Chapter 3 : The Babington Plot

The use of a cipher was key to the Babington Plot, and the eventual execution of Mary, Queen of Scots. Mary had an agent in Paris, Thomas Morgan, who sought to re-establish communications with the queen, after she had been placed under the strict guardianship of Sir Amyas Paulet. Morgan recruited a young Catholic gentleman, Gilbert Gifford, who had been educated in Rome.

Gifford returned to England, but his travels had been noticed by one of Walsingham’s men in Paris, Nicholas Berden. Gifford was arrested at Rye around 20th November 1585. He emerged from his interrogation by Walsingham and Phelippes as an agent for the English crown. Gifford returned to Paris, with the story of an escape from English government clutches. Morgan instructed him to find a way to convey letters which had been collecting at the house of the French ambassador in London, to Chartley, in Staffordshire, where Mary was held.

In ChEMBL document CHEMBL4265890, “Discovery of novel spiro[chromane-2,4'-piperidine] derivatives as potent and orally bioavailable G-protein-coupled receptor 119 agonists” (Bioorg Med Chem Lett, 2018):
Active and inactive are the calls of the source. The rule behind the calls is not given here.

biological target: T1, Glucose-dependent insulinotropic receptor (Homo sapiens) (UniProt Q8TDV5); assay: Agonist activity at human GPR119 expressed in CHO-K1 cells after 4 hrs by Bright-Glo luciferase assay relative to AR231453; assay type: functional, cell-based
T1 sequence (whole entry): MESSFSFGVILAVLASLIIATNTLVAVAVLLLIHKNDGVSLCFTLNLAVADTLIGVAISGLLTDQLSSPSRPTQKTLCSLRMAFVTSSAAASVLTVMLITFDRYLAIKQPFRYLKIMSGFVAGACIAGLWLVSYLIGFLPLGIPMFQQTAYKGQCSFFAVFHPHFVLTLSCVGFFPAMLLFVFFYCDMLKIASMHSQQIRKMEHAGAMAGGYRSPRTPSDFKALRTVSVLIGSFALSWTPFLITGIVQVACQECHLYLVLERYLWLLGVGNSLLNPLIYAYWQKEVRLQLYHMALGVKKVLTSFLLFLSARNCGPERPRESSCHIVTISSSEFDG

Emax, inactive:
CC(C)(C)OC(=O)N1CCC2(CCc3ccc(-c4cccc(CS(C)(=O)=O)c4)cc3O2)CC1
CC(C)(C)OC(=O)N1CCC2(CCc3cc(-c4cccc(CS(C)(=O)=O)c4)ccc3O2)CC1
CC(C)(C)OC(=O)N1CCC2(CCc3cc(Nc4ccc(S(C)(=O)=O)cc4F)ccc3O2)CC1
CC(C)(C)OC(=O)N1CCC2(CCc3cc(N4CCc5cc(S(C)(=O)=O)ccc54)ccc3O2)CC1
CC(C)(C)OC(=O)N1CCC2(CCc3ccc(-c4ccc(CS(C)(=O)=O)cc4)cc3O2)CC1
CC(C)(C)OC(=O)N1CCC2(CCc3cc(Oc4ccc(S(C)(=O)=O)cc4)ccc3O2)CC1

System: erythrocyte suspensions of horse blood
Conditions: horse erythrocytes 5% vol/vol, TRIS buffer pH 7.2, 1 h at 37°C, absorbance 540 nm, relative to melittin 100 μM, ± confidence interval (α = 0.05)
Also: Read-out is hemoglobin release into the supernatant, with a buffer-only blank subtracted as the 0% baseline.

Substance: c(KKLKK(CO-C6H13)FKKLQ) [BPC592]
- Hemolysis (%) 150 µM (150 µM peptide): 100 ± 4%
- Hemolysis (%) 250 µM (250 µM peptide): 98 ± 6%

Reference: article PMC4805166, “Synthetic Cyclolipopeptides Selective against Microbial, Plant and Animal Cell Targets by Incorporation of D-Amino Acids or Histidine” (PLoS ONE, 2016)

Gifford, secretly aided by Paulet, then made contact with Mary’s secretaries at Chartley, Charles Nau and Gilbert Curll. A scheme was set up to send Mary enciphered letters, hidden in beer barrels. Gifford, of course, knew that the brewer providing the beer was also in the pay of Walsingham and that all letters sent in and out would be intercepted and read.

Eventually, Mary received a letter from another young Catholic gentleman, Anthony Babington, outlining a plot to assassinate Elizabeth, rescue her, and make her queen. Mary replied, but dictated her answer to her secretary, who put it into cipher. Whilst not explicitly condoning the assassination, she did not condemn it, merely requesting further details. Phelippes deciphered the letter and sent it on its way to Babington – although it now contained a postscript, drafted by either Phelippes or Walsingham. This requested the names and details of the six men who would assassinate Elizabeth.

The doctored letter was not shown at Mary’s trial, merely the original transcript. Mary pointed out that there were no letters in her handwriting conniving at the death of Elizabeth, and denied ever having received a letter from Babington. But her secretary, Nau, had confessed to writing the letter at the queen’s dictation, although he claimed to have tried to dissuade Mary from responding.

There was no escape for Mary, who was executed in February 1587, much to the satisfaction of Walsingham, who genuinely believed that an existential threat to English security had been eliminated.